The Bull Market’s 5th Anniversary

Posted on March 6, 2014 | Investor Update

Investor-Update

This Monday, be sure to say “happy birthday, bull” as the current bull market will turn five years old. Since bottoming on March 9, 2009, the S&P 500 has gained nearly 200% on a total return basis. This is quite the reward for someone who braved the fear and pessimism that was occurring back then and bought a stock index fund, such the SPDR S&P 500 (SPY).

Also take time on Monday to reflect on your emotions, portfolio decisions and tolerance for risk during the last bear market. Yes, I realize it was a dark period you’d as soon forget, but this is a useful exercise. The level of pessimism and fear was very high: Bearishness in our weekly Sentiment Survey reached a record level of 70.3%. Banks were failing left and right, credit was extremely tight, and well-known financial firms were imploding. There was even speculation about General Electric (GE) going bankrupt.

What was your reaction to the negativity? Did you pull out of stocks and equity funds completely? Partially? Were you concerned the economy was about to fall into the abyss? Did you think further stock market losses were coming? Or did you open your wallet and start buying stocks?

If you were terrified, don’t feel alone. Many people were. A key problem with many economic theories is the assumption that humans are rational, profit-maximizing individuals. As behavioral science shows, we’re emotional, impulsive and overly focused on the short term. Our minds are programmed for survival, not Mr. Market’s ever-changing moods.

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Make Your Investment Expenses Count

Posted on February 27, 2014 | Investor Update

Investor-Update

Over the years, various surveys have shown that investors aren’t aware of what expenses their portfolios are incurring. Compounding matters, I’ve observed situations throughout my career where investors are focused on comparatively small costs without giving much consideration to the potential benefits that can be realized from incurring them. It’s important to be aware of both.

I’m bringing this subject up because in our March Stock Superstars Report, which will be published tomorrow, we discuss the costs of tender offers, offers to purchase some or all of shareholders’ stock in a company. If asked, I doubt many investors could articulate them. Yet, Helen of Troy (HELE) shareholders could be looking at a double-whammy of selling at a price below the current market value and incurring higher commissions. (Fidelity charges $38 for participating in a tender offer versus $7.95 for a traditional, open market trade). Granted, tender offers are not frequently made, but they do provide a good example of why it is important to pay attention to costs.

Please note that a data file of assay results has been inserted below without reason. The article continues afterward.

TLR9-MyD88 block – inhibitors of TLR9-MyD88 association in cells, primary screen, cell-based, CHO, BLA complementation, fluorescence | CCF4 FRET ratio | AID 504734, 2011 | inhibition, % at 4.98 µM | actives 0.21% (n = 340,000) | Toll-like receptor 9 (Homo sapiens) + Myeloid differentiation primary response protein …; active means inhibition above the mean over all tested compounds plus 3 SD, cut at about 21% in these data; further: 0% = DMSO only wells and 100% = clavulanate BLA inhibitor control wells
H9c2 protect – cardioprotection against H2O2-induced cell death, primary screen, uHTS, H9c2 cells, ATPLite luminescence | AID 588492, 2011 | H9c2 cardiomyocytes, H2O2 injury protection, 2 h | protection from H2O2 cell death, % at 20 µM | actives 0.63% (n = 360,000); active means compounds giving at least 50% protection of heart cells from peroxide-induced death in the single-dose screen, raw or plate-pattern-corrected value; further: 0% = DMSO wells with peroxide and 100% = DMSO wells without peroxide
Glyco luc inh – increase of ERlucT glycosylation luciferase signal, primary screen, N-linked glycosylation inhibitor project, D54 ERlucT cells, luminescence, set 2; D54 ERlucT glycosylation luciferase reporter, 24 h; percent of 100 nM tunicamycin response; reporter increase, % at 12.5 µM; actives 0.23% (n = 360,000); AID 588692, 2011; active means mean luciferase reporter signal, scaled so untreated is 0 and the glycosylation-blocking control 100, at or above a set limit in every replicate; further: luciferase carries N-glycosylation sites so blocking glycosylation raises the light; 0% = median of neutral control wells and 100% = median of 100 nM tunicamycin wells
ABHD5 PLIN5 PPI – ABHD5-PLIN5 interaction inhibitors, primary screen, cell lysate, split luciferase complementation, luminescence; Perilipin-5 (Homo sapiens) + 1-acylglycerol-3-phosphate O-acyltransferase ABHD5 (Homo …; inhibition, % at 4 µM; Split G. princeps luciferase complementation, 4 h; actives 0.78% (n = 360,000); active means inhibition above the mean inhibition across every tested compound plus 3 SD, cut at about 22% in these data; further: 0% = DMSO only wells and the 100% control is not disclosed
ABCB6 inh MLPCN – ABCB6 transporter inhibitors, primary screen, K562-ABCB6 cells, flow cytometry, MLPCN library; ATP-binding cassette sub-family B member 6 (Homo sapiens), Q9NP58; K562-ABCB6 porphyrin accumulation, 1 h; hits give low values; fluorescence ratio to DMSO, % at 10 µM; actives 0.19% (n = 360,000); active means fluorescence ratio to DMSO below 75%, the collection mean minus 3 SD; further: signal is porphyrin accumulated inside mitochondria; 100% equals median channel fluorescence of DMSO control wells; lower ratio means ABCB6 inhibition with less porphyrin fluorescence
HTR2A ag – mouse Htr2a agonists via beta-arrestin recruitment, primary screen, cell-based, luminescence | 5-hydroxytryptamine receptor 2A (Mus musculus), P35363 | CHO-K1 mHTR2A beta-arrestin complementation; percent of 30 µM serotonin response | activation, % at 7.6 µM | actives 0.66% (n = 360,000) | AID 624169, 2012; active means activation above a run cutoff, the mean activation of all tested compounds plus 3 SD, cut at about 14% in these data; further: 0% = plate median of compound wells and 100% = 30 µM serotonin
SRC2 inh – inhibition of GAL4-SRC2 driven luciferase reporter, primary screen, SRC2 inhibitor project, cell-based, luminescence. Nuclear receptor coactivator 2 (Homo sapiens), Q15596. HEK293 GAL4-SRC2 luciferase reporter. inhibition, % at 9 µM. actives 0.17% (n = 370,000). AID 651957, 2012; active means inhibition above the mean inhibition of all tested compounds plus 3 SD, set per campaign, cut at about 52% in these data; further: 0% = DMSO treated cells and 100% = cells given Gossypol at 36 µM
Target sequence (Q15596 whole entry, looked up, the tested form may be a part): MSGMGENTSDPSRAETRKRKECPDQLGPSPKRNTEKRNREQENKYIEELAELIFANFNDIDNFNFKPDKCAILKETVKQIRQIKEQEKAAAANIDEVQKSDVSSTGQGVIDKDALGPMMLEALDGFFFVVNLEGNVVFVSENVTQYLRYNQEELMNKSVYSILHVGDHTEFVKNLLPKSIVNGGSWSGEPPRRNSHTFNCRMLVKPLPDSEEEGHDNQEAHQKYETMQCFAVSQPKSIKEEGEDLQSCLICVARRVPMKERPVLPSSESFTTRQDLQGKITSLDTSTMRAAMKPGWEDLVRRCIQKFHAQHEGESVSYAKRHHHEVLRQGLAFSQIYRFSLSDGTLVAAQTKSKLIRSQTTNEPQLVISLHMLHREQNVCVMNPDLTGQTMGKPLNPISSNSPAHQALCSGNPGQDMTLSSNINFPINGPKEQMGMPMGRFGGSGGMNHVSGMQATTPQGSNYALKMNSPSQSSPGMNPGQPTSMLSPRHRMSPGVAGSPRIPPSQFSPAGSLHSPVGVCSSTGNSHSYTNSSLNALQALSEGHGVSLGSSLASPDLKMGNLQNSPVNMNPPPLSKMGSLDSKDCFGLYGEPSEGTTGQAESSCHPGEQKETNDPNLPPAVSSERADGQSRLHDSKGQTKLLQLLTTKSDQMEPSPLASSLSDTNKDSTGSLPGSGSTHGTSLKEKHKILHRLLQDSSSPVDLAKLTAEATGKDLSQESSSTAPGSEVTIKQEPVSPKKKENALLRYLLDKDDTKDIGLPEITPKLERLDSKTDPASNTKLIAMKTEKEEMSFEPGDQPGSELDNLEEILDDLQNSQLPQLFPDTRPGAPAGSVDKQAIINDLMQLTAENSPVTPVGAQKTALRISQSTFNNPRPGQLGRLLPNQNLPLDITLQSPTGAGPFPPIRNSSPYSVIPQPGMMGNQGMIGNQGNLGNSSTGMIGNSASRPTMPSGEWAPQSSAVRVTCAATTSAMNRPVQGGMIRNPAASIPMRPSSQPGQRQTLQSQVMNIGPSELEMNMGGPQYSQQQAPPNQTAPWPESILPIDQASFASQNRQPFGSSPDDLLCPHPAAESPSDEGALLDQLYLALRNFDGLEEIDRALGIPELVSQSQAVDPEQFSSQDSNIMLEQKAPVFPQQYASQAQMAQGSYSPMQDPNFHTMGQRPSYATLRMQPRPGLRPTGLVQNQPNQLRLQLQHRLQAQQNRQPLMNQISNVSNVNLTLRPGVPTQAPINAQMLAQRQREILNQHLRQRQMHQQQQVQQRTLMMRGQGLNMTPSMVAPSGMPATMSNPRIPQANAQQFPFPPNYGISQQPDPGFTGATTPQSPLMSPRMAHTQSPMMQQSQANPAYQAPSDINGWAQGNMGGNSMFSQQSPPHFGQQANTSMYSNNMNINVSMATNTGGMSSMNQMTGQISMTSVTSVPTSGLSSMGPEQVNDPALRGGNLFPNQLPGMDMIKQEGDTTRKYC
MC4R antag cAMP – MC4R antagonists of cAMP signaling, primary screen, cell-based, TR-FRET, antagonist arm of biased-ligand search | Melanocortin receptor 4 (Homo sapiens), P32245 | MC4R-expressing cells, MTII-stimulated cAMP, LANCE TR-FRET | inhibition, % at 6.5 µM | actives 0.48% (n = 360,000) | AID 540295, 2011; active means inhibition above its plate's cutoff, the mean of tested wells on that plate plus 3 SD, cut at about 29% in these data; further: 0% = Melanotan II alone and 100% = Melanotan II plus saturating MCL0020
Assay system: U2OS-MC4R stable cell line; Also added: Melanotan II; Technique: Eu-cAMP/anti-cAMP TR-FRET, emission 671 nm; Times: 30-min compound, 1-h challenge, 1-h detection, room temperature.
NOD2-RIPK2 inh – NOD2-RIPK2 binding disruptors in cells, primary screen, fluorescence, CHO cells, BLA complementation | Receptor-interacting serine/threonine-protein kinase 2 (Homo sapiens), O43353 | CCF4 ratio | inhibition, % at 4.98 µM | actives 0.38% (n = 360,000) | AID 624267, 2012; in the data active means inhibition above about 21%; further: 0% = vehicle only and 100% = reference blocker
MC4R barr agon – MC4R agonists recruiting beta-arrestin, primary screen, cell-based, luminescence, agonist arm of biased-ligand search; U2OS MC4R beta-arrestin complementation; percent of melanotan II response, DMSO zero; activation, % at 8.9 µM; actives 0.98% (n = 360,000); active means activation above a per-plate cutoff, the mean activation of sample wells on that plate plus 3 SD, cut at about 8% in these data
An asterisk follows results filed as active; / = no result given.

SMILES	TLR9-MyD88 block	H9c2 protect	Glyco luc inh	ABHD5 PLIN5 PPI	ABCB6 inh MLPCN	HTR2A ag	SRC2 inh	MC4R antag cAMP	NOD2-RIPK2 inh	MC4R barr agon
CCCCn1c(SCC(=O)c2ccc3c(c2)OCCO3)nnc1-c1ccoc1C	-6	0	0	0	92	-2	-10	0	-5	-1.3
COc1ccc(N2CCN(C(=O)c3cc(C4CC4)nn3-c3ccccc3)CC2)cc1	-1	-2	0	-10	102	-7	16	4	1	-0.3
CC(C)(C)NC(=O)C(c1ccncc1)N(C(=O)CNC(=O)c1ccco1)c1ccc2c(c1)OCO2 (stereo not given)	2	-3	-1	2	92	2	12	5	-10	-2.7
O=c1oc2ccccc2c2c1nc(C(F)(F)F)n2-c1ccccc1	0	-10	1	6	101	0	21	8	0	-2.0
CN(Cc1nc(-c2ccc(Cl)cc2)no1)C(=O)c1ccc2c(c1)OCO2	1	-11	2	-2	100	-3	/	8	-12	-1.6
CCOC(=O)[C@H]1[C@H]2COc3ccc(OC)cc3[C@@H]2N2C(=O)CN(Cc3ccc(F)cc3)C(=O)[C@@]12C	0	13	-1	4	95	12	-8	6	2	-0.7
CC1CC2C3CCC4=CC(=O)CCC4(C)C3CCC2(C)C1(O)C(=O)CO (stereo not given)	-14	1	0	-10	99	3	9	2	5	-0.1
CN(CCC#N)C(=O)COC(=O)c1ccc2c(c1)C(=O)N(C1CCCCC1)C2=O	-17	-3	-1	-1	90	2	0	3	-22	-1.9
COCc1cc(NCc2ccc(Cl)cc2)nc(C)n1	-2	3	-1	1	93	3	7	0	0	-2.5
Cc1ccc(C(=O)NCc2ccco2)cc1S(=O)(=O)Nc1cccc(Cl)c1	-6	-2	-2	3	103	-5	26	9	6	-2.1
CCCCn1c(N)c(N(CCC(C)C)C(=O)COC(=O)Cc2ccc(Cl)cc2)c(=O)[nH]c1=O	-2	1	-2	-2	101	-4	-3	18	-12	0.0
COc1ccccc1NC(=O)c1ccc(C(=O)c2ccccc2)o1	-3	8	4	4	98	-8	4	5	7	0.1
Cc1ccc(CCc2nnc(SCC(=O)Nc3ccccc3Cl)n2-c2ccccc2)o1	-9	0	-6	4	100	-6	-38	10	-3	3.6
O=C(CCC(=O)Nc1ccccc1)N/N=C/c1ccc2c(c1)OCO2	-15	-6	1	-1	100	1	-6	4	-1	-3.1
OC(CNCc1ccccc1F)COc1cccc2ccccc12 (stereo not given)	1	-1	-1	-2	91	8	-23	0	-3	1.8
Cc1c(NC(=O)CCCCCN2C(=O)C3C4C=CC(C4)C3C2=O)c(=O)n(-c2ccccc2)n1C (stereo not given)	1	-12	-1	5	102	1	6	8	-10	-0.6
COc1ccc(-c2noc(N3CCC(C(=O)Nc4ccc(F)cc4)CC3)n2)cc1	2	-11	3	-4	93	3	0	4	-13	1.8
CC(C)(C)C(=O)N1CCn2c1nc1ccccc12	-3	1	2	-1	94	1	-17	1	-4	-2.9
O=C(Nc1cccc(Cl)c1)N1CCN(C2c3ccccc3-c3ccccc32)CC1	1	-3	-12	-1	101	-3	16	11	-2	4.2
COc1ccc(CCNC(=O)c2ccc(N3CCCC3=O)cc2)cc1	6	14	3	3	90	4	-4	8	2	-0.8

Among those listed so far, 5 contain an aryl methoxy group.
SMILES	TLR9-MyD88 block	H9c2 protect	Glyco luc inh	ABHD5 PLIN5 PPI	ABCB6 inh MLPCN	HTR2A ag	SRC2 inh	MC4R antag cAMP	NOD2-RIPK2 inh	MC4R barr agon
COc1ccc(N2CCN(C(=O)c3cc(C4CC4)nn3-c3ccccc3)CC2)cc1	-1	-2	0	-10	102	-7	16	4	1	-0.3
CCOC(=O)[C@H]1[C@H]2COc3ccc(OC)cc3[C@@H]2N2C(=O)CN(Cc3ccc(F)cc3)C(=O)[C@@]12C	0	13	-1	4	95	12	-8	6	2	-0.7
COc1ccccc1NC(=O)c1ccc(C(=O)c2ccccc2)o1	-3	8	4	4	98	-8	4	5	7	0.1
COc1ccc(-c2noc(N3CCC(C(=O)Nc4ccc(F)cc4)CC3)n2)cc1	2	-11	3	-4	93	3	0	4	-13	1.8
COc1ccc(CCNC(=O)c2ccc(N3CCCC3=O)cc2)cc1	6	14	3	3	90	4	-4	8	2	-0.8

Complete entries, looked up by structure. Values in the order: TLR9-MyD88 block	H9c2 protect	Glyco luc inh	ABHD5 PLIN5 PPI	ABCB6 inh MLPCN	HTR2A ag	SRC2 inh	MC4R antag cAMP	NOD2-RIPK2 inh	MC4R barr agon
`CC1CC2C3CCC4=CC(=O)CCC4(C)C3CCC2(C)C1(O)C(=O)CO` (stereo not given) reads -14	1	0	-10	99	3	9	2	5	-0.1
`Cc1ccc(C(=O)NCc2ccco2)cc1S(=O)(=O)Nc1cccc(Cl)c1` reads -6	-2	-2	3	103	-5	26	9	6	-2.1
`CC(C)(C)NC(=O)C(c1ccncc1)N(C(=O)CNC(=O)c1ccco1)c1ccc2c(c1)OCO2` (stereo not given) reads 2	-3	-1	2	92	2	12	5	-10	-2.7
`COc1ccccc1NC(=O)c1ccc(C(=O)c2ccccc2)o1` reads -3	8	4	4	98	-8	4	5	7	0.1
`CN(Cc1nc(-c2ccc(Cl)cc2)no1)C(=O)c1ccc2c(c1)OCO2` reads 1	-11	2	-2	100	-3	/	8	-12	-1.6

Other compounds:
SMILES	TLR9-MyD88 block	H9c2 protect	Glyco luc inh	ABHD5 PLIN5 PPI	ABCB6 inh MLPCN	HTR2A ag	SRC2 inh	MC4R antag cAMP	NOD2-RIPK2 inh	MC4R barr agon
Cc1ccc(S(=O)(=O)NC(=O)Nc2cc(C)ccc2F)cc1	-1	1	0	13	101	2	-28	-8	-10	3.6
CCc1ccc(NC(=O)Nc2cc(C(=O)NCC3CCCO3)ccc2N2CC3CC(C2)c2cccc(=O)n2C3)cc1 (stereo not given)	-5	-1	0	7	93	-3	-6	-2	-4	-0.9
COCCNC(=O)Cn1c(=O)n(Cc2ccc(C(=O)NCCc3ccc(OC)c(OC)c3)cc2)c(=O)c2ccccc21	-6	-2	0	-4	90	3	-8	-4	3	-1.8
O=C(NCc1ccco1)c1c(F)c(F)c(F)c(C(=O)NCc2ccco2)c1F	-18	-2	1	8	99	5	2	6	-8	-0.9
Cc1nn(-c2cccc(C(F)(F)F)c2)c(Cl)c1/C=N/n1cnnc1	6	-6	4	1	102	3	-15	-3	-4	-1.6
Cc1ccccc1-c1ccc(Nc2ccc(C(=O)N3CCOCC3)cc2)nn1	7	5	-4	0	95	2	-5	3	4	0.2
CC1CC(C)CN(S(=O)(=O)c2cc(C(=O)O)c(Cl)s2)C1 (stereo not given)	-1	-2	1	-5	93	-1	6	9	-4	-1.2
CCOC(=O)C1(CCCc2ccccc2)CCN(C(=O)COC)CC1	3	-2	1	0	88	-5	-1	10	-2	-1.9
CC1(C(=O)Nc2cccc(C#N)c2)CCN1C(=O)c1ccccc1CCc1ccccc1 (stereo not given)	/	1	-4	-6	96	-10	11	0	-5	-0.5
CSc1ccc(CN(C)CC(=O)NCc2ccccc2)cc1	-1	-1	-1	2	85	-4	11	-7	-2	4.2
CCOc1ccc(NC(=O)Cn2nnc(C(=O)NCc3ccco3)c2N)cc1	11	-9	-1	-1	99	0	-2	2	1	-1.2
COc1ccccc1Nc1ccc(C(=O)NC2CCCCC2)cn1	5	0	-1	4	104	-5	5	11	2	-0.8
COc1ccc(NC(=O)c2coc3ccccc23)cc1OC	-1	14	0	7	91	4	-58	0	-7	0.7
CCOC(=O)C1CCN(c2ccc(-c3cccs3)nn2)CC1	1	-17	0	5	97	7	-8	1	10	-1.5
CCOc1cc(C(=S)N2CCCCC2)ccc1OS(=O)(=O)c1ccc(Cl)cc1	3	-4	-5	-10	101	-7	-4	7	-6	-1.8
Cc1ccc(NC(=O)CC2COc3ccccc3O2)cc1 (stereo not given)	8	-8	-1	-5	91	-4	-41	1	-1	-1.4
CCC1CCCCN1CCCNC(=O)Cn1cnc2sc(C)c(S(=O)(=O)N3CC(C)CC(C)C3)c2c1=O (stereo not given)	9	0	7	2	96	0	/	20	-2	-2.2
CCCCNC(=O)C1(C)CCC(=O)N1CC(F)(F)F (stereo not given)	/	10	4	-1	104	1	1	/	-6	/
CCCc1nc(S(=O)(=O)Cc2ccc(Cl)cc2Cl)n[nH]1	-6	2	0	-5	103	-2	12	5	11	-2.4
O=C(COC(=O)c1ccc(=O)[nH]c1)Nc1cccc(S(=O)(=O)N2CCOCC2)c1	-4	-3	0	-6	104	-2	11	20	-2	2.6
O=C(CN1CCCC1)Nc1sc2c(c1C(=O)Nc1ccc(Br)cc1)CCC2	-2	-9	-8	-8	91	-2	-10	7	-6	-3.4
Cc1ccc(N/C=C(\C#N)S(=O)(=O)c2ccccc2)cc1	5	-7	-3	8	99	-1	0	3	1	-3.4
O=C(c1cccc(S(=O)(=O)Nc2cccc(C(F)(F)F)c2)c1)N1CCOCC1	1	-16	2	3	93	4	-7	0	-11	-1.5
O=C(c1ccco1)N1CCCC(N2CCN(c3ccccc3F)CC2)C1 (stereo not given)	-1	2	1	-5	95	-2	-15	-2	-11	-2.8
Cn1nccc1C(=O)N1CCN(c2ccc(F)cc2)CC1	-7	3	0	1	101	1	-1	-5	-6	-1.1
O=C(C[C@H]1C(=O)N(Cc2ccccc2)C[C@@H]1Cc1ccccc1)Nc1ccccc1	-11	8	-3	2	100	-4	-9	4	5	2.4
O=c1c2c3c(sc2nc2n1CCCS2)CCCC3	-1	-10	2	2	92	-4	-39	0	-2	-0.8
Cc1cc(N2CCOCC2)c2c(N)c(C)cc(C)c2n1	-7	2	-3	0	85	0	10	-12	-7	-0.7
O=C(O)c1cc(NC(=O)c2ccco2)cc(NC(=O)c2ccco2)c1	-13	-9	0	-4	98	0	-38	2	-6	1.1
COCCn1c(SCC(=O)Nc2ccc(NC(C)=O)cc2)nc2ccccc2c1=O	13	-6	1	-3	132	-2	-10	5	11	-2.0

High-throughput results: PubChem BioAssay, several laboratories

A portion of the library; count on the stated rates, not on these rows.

A far more commonly incurred cost is fund fees. Within the large-cap category of our 2014 mutual fund guide, one of the cheapest funds is Vanguard Total Stock Index (VTSMX). This fund has an annual expense ratio of 0.17%. In contrast, Marsico Flexible Capital (MFCFX) ranks among the most expensive funds with an annual expense ratio of 1.44%. This 1.27% difference equates to $127 extra per year for every $10,000 invested with MFCFX instead of VTSMX. That amount adds up. On a $100,000 investment, an investor will pay Marsico $1,270 per year more than he would pay Vanguard.

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Mutual Funds Probably Should Stay Open

Posted on February 20, 2014 | Investor Update

Investor-Update

Yacktman Focused (YAFFX), a fund we recently deleted from the AAII Model Fund Portfolio, is one of a relatively small group of value-oriented mutual funds to close last year. When a mutual fund closes, it either stops accepting investment dollars from new investors or stops accepting any new investment dollars, be it from new or existing shareholders. Some funds may partially close by removing themselves from broker networks and requiring new investors to directly go through the fund. The latter is what the Sequoia Fund (SEQUX), which I own, did for a while before completing closing its doors to new investors at the end of last year.

Mutual funds, like many other investment products, earn money based on a percentage of assets managed. In concept, a mutual fund manager would want his assets under management (AUM) to be as high as possible to maximize his profits. With the average domestic large-cap fund charging nearly 1% in annual expenses, every extra billion dollars’ worth of AUM adds up to a lot of profits.

In practice, there can be a limit to what level of AUM makes sense. A fund manager with a very targeted strategy can end up with more investment dollars than good ideas. This is particularly the case if a fund invests in a country with a comparatively small securities market or follows a restrictive strategy. It can also make sense to place a cap on a fund’s AUM to prevent it from becoming so large that it is difficult to do anything but essentially mimic an index fund, albeit at a higher cost.

Funds may close, however, because a manager simply believes the prevailing market environment doesn’t offer enough attractive investment opportunities. Investors may see a preliminary sign that this is occurring by monitoring the fund’s cash balance. For example, Yacktman Focused ended 2013 with a 20.8% cash allocation, up from 16.3% a year prior.

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Finding Winners in Last Year’s Bargain Bin

Posted on February 13, 2014 | Investor Update

Investor-Update

One of the most-cited value investing studies says stocks with low price-to-book ratios outperform stocks with high price-to-book ratios. Investment firm GMO’s Ben Inker says the study’s findings still hold, but work better when a one-year lag is used.